Organizations must base success on consumer retention predicated on the consumer's desire to repurchase. Some organizations, such as those providing emotionally charged…

Abstract

Purpose

Organizations must base success on consumer retention predicated on the consumer's desire to repurchase. Some organizations, such as those providing emotionally charged and complex services in the performing arts, find this difficult. Knowledge of the role of emotions in customer judgments is negligible. The relationship of core service quality and peripheral quality on repurchase intent is also understudied. This paper aims to model and test the interrelationship of these constructs in predicting repurchase intention in a performing arts context.

Design/methodology/approach

A survey instrument tailored to the performing arts was administered to a sample of 250 past and present performing arts audience members, with responses examined using structural equation modeling.

Findings

Results indicate repurchase intention is largely based on satisfaction mediated by perceived value. Core service quality, appraisal emotion and peripheral service quality influence perceived value for time and money, with core service quality and peripheral service quality in turn influencing appraisal emotion. Appraisal emotion directly affects customer satisfaction but has no direct relationship to repurchase intention. Peripheral service quality, however, directly affects repurchase intention.

Practical implications

Evidence suggests expansion of the strategic focus to include peripheral services in order to maximize repurchase. Core service quality, (the act) affects repurchase intent through an indirect path mediated by appraisal emotion, which does not directly influence repurchase intent. Appraisal emotions are influential in determining perceived value.

Originality/value

This is the first known paper combining this system of relationships including the influence and role of appraisal emotion in the performing arts context.

Details

Journal of Services Marketing, vol. 24 no. 2
Type: Research Article
ISSN: 0887-6045

Keywords

To view the access options for this content please click here
Article

Margee Hume and Gillian Sullivan Mort

The aim of this paper is to report on the structure and relationships between value and satisfaction in a cultural performing arts setting to identify the structure of…

Abstract

Purpose

The aim of this paper is to report on the structure and relationships between value and satisfaction in a cultural performing arts setting to identify the structure of satisfaction in the performing arts context.

Design/methodology/approach

This paper examines customer attitudes to value, show experience quality and peripheral service quality in a high arts setting by using a questionnaire. The pool of questions used the most recent scale measures for constructs in the area of services, in particular experiential services. The data are tested using AMOS 5.0 structural equation modelling.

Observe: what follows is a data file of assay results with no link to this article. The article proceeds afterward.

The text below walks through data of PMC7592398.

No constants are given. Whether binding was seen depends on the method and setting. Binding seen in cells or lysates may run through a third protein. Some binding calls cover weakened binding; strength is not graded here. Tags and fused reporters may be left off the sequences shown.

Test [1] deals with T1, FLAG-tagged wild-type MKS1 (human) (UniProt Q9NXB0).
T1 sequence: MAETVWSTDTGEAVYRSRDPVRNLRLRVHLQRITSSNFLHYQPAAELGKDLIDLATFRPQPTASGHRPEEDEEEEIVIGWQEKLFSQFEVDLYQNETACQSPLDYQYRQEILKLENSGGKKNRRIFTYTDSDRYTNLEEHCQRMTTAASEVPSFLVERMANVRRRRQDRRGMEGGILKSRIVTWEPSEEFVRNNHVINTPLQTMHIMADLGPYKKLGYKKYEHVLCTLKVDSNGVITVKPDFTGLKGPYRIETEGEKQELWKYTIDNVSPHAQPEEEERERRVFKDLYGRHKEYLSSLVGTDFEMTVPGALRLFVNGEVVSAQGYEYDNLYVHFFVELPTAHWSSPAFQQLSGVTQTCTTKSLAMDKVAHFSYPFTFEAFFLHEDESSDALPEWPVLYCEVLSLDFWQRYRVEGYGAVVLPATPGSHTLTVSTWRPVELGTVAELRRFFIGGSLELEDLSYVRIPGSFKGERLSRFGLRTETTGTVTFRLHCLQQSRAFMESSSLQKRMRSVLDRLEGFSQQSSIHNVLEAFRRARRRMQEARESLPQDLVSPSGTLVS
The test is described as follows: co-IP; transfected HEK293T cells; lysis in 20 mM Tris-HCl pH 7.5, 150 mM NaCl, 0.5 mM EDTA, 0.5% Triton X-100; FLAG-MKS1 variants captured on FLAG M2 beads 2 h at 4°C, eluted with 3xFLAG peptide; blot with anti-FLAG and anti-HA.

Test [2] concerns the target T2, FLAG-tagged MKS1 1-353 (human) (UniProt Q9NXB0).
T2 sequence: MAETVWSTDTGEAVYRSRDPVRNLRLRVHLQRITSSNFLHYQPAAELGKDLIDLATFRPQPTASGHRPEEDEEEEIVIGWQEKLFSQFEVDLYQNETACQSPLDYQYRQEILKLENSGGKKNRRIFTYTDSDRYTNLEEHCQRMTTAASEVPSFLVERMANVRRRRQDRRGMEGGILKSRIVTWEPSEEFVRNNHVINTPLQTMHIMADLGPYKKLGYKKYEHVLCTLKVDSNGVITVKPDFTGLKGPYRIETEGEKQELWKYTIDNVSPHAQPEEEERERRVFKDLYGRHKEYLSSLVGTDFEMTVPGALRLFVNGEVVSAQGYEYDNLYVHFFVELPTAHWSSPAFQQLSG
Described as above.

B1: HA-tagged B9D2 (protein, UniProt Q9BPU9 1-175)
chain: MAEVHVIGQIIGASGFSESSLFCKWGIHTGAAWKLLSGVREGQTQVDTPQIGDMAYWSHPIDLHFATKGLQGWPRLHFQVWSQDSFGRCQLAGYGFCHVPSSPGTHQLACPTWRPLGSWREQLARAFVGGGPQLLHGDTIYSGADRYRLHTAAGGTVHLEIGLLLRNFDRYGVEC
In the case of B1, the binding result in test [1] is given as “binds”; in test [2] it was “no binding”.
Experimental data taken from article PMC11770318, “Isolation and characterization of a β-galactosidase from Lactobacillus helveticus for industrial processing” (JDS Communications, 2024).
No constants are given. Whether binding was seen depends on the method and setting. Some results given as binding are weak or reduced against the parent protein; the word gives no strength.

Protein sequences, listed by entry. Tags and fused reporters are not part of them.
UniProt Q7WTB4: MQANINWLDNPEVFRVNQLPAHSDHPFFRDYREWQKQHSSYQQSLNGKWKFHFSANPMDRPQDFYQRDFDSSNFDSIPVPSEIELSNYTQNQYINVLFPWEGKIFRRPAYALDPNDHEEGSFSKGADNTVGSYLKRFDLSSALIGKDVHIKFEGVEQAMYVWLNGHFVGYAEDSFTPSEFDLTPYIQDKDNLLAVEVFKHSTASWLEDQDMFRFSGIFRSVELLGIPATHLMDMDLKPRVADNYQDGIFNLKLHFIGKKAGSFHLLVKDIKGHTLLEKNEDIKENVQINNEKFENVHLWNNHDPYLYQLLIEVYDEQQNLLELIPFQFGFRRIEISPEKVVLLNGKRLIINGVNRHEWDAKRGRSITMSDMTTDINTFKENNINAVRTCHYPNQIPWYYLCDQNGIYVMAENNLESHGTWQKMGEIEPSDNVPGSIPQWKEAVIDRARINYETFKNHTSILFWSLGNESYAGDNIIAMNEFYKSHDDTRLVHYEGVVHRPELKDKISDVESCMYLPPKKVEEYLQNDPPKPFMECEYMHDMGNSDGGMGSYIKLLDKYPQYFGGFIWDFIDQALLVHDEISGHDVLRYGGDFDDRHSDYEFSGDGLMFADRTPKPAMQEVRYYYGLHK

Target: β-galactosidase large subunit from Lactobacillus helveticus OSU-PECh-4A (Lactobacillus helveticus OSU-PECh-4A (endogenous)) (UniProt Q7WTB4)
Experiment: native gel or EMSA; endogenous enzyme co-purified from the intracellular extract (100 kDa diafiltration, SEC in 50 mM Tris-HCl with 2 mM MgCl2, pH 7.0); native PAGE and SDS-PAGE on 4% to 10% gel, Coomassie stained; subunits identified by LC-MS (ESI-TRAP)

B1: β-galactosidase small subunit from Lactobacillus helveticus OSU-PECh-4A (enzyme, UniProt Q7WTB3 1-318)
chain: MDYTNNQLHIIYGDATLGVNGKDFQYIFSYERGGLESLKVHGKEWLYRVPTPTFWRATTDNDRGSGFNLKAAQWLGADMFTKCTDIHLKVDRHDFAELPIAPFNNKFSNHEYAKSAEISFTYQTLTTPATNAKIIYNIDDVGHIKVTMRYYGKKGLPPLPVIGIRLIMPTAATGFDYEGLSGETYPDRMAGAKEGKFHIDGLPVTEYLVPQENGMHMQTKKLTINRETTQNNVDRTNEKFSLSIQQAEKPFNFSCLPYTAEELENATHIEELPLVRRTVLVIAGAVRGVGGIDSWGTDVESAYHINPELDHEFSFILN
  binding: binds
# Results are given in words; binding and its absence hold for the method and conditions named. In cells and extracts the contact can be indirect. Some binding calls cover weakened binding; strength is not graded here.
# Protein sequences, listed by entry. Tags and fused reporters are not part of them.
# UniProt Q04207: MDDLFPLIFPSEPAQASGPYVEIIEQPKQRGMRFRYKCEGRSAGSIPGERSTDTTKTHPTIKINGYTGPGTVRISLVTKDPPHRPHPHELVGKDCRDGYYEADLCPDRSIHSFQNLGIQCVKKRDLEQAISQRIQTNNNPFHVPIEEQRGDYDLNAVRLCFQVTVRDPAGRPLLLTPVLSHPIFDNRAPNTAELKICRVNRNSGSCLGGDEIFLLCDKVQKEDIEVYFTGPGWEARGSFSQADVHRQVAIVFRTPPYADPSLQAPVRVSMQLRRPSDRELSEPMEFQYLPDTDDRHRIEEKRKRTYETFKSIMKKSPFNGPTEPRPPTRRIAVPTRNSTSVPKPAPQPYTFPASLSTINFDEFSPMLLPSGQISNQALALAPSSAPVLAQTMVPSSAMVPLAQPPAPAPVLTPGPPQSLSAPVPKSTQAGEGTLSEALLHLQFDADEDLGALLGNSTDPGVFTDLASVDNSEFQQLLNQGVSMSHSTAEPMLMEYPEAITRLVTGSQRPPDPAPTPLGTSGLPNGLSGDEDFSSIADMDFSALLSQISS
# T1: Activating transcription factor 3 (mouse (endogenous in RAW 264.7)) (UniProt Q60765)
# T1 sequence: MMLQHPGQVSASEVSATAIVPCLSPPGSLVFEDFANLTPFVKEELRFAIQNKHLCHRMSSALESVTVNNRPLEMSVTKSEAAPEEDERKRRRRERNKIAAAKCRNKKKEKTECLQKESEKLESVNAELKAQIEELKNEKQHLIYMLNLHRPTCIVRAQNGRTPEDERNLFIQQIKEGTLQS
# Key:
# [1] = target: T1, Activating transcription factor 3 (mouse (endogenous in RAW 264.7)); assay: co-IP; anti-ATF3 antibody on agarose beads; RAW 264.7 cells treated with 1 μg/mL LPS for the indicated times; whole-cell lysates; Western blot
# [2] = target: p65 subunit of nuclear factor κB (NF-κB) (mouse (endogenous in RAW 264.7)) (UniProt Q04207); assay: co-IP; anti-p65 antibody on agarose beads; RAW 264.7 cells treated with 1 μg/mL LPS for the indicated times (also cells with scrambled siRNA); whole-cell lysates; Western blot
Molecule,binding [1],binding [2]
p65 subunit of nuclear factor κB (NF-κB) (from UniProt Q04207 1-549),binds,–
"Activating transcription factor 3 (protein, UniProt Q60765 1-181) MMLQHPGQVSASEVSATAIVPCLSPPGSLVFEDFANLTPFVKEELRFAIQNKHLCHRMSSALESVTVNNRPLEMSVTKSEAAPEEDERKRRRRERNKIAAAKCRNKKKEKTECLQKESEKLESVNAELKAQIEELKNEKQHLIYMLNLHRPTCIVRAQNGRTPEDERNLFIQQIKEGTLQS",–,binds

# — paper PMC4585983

Findings

This paper reports that value mediates the relationship of show experience quality and peripheral service quality to satisfaction and the direct link of these pathways to satisfaction was not significant. This research supports the notion that customers determine service satisfaction based on attribute performance of the show and peripheral service aspects, and derive value from this.

Practical implications

This research informs cultural organisation managers of the importance of delivering high levels of service quality and show experience in order to offer a value for money experience. This paper identifies the importance of understanding the heterogeneous and complex nature of customer‐derived value.

Originality/value

This paper examines a service sector that receives little attention. Cultural organisations operate as non‐profit organisations and are accountable for scarce fund allocation. Government support has decreased and corporate sponsorship is scarce and competitive. This paper offers assistance to organisations in the quest to balance the economic issues and constraints by creating value and satisfaction and balancing service quality and show delivery.

Details

European Journal of Marketing, vol. 42 no. 3/4
Type: Research Article
ISSN: 0309-0566

Keywords

To view the access options for this content please click here
Article

Gillian Sullivan Mort, Jay Weerawardena and Peter Liesch

The purpose of this paper is to advance the domain of entrepreneurial marketing (EM) responding to the challenge to EM scholars to more fully develop EM as a school of…

Abstract

Purpose

The purpose of this paper is to advance the domain of entrepreneurial marketing (EM) responding to the challenge to EM scholars to more fully develop EM as a school of marketing thought. The paper seeks to argue that the context of the born global firm is an appropriate and novel context in which to undertake this research.

Design/methodology/approach

The need to examine the processes of EM justifies the use of case study method. In total, nine born global firms, located in the three most populous states in Australia: Queensland, New South Wales and Victoria, were selected for study. The firms were drawn from hi‐tech and low‐tech industry sectors, and included online businesses, in an attempt to capture maximum theoretical variation.

Findings

The analysis identifies the four key strategies of entrepreneurial marketing as comprising opportunity creation, customer intimacy‐based innovative products, resource enhancement and importantly, legitimacy. These core strategies of EM are identified by mapping to enhanced performance.

Research limitations/implications

Some may consider the born global context a limitation. Therefore, it is suggested that further empirical research could be undertaken on other cohorts of small to medium‐sized enterprises (SMEs), such as service SMEs, to provide increased insight into the strategies and practices in the domain of EM. Quantitative research to operationalize the EM construct and model theoretical relationships is also suggested.